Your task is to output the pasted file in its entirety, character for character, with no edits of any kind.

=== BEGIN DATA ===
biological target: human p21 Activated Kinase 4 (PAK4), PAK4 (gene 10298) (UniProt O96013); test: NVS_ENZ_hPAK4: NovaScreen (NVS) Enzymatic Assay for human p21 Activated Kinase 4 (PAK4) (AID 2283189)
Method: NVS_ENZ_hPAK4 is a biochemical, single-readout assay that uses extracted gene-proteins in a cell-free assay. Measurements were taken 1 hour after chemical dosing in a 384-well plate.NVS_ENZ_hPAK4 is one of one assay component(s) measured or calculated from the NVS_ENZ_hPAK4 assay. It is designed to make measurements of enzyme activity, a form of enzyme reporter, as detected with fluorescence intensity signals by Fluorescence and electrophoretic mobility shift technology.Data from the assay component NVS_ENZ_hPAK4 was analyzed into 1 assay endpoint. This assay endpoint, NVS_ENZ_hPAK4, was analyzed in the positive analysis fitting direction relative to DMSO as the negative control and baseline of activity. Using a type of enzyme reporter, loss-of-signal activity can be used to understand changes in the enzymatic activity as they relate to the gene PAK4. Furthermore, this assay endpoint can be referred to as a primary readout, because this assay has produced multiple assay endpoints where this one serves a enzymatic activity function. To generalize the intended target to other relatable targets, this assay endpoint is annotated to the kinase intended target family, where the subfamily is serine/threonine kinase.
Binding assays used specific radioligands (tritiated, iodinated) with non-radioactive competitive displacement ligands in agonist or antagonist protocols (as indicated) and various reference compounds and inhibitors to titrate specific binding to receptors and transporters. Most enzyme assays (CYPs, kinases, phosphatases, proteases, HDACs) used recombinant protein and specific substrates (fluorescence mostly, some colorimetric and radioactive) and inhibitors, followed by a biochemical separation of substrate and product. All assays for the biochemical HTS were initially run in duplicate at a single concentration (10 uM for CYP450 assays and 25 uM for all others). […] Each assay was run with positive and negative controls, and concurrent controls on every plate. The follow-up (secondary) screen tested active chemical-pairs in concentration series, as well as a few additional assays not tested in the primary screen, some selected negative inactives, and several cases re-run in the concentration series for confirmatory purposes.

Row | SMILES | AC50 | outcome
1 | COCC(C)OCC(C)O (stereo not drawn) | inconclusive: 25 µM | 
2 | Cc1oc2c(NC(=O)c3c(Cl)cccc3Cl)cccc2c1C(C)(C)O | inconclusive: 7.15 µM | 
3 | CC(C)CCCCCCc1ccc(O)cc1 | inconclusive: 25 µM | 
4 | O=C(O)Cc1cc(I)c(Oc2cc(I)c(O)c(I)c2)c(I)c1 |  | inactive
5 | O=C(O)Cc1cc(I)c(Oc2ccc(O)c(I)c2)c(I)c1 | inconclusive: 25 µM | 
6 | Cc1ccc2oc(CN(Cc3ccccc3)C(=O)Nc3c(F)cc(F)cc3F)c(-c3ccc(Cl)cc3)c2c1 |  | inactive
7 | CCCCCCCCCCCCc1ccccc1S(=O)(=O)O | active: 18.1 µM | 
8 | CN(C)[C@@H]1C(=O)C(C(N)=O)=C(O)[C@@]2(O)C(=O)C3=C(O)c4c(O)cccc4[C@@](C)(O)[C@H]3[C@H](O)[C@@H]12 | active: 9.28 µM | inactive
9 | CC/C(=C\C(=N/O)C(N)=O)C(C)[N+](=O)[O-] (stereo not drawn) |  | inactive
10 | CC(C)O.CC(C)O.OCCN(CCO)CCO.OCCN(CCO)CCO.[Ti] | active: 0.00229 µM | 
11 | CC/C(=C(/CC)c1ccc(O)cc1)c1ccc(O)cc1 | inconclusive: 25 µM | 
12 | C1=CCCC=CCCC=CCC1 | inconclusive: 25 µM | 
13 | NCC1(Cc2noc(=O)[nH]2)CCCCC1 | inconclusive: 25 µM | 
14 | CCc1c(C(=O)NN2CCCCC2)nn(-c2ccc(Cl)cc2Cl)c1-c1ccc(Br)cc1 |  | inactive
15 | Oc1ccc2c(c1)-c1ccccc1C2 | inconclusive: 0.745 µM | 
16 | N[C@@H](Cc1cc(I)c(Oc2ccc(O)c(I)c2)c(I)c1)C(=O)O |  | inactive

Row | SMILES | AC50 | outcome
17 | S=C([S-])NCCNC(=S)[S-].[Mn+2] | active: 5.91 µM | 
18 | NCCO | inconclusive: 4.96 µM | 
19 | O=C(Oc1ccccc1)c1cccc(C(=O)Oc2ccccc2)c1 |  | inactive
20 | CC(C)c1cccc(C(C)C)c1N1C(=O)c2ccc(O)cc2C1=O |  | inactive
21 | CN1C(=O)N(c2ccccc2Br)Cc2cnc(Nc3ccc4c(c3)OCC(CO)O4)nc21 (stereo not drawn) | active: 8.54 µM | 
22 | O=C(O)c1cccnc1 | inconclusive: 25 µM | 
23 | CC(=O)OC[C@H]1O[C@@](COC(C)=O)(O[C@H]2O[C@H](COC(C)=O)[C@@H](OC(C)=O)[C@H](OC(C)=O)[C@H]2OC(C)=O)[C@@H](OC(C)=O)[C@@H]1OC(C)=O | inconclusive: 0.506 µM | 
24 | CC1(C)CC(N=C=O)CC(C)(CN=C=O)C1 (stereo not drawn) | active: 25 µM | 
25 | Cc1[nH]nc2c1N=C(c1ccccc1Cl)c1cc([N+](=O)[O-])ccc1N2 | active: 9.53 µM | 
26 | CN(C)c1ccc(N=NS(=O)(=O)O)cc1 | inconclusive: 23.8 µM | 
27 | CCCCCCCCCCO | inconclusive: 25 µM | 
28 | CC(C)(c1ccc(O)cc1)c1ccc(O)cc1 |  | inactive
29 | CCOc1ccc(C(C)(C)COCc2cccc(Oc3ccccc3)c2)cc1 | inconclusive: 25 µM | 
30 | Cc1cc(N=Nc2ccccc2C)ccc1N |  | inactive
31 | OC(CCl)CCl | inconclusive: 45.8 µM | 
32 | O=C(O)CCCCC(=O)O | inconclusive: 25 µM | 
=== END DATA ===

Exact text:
biological target: human p21 Activated Kinase 4 (PAK4), PAK4 (gene 10298) (UniProt O96013); test: NVS_ENZ_hPAK4: NovaScreen (NVS) Enzymatic Assay for human p21 Activated Kinase 4 (PAK4) (AID 2283189)
Method: NVS_ENZ_hPAK4 is a biochemical, single-readout assay that uses extracted gene-proteins in a cell-free assay. Measurements were taken 1 hour after chemical dosing in a 384-well plate.NVS_ENZ_hPAK4 is one of one assay component(s) measured or calculated from the NVS_ENZ_hPAK4 assay. It is designed to make measurements of enzyme activity, a form of enzyme reporter, as detected with fluorescence intensity signals by Fluorescence and electrophoretic mobility shift technology.Data from the assay component NVS_ENZ_hPAK4 was analyzed into 1 assay endpoint. This assay endpoint, NVS_ENZ_hPAK4, was analyzed in the positive analysis fitting direction relative to DMSO as the negative control and baseline of activity. Using a type of enzyme reporter, loss-of-signal activity can be used to understand changes in the enzymatic activity as they relate to the gene PAK4. Furthermore, this assay endpoint can be referred to as a primary readout, because this assay has produced multiple assay endpoints where this one serves a enzymatic activity function. To generalize the intended target to other relatable targets, this assay endpoint is annotated to the kinase intended target family, where the subfamily is serine/threonine kinase.
Binding assays used specific radioligands (tritiated, iodinated) with non-radioactive competitive displacement ligands in agonist or antagonist protocols (as indicated) and various reference compounds and inhibitors to titrate specific binding to receptors and transporters. Most enzyme assays (CYPs, kinases, phosphatases, proteases, HDACs) used recombinant protein and specific substrates (fluorescence mostly, some colorimetric and radioactive) and inhibitors, followed by a biochemical separation of substrate and product. All assays for the biochemical HTS were initially run in duplicate at a single concentration (10 uM for CYP450 assays and 25 uM for all others). […] Each assay was run with positive and negative controls, and concurrent controls on every plate. The follow-up (secondary) screen tested active chemical-pairs in concentration series, as well as a few additional assays not tested in the primary screen, some selected negative inactives, and several cases re-run in the concentration series for confirmatory purposes.

Row | SMILES | AC50 | outcome
1 | COCC(C)OCC(C)O (stereo not drawn) | inconclusive: 25 µM | 
2 | Cc1oc2c(NC(=O)c3c(Cl)cccc3Cl)cccc2c1C(C)(C)O | inconclusive: 7.15 µM | 
3 | CC(C)CCCCCCc1ccc(O)cc1 | inconclusive: 25 µM | 
4 | O=C(O)Cc1cc(I)c(Oc2cc(I)c(O)c(I)c2)c(I)c1 |  | inactive
5 | O=C(O)Cc1cc(I)c(Oc2ccc(O)c(I)c2)c(I)c1 | inconclusive: 25 µM | 
6 | Cc1ccc2oc(CN(Cc3ccccc3)C(=O)Nc3c(F)cc(F)cc3F)c(-c3ccc(Cl)cc3)c2c1 |  | inactive
7 | CCCCCCCCCCCCc1ccccc1S(=O)(=O)O | active: 18.1 µM | 
8 | CN(C)[C@@H]1C(=O)C(C(N)=O)=C(O)[C@@]2(O)C(=O)C3=C(O)c4c(O)cccc4[C@@](C)(O)[C@H]3[C@H](O)[C@@H]12 | active: 9.28 µM | inactive
9 | CC/C(=C\C(=N/O)C(N)=O)C(C)[N+](=O)[O-] (stereo not drawn) |  | inactive
10 | CC(C)O.CC(C)O.OCCN(CCO)CCO.OCCN(CCO)CCO.[Ti] | active: 0.00229 µM | 
11 | CC/C(=C(/CC)c1ccc(O)cc1)c1ccc(O)cc1 | inconclusive: 25 µM | 
12 | C1=CCCC=CCCC=CCC1 | inconclusive: 25 µM | 
13 | NCC1(Cc2noc(=O)[nH]2)CCCCC1 | inconclusive: 25 µM | 
14 | CCc1c(C(=O)NN2CCCCC2)nn(-c2ccc(Cl)cc2Cl)c1-c1ccc(Br)cc1 |  | inactive
15 | Oc1ccc2c(c1)-c1ccccc1C2 | inconclusive: 0.745 µM | 
16 | N[C@@H](Cc1cc(I)c(Oc2ccc(O)c(I)c2)c(I)c1)C(=O)O |  | inactive

Row | SMILES | AC50 | outcome
17 | S=C([S-])NCCNC(=S)[S-].[Mn+2] | active: 5.91 µM | 
18 | NCCO | inconclusive: 4.96 µM | 
19 | O=C(Oc1ccccc1)c1cccc(C(=O)Oc2ccccc2)c1 |  | inactive
20 | CC(C)c1cccc(C(C)C)c1N1C(=O)c2ccc(O)cc2C1=O |  | inactive
21 | CN1C(=O)N(c2ccccc2Br)Cc2cnc(Nc3ccc4c(c3)OCC(CO)O4)nc21 (stereo not drawn) | active: 8.54 µM | 
22 | O=C(O)c1cccnc1 | inconclusive: 25 µM | 
23 | CC(=O)OC[C@H]1O[C@@](COC(C)=O)(O[C@H]2O[C@H](COC(C)=O)[C@@H](OC(C)=O)[C@H](OC(C)=O)[C@H]2OC(C)=O)[C@@H](OC(C)=O)[C@@H]1OC(C)=O | inconclusive: 0.506 µM | 
24 | CC1(C)CC(N=C=O)CC(C)(CN=C=O)C1 (stereo not drawn) | active: 25 µM | 
25 | Cc1[nH]nc2c1N=C(c1ccccc1Cl)c1cc([N+](=O)[O-])ccc1N2 | active: 9.53 µM | 
26 | CN(C)c1ccc(N=NS(=O)(=O)O)cc1 | inconclusive: 23.8 µM | 
27 | CCCCCCCCCCO | inconclusive: 25 µM | 
28 | CC(C)(c1ccc(O)cc1)c1ccc(O)cc1 |  | inactive
29 | CCOc1ccc(C(C)(C)COCc2cccc(Oc3ccccc3)c2)cc1 | inconclusive: 25 µM | 
30 | Cc1cc(N=Nc2ccccc2C)ccc1N |  | inactive
31 | OC(CCl)CCl | inconclusive: 45.8 µM | 
32 | O=C(O)CCCCC(=O)O | inconclusive: 25 µM | 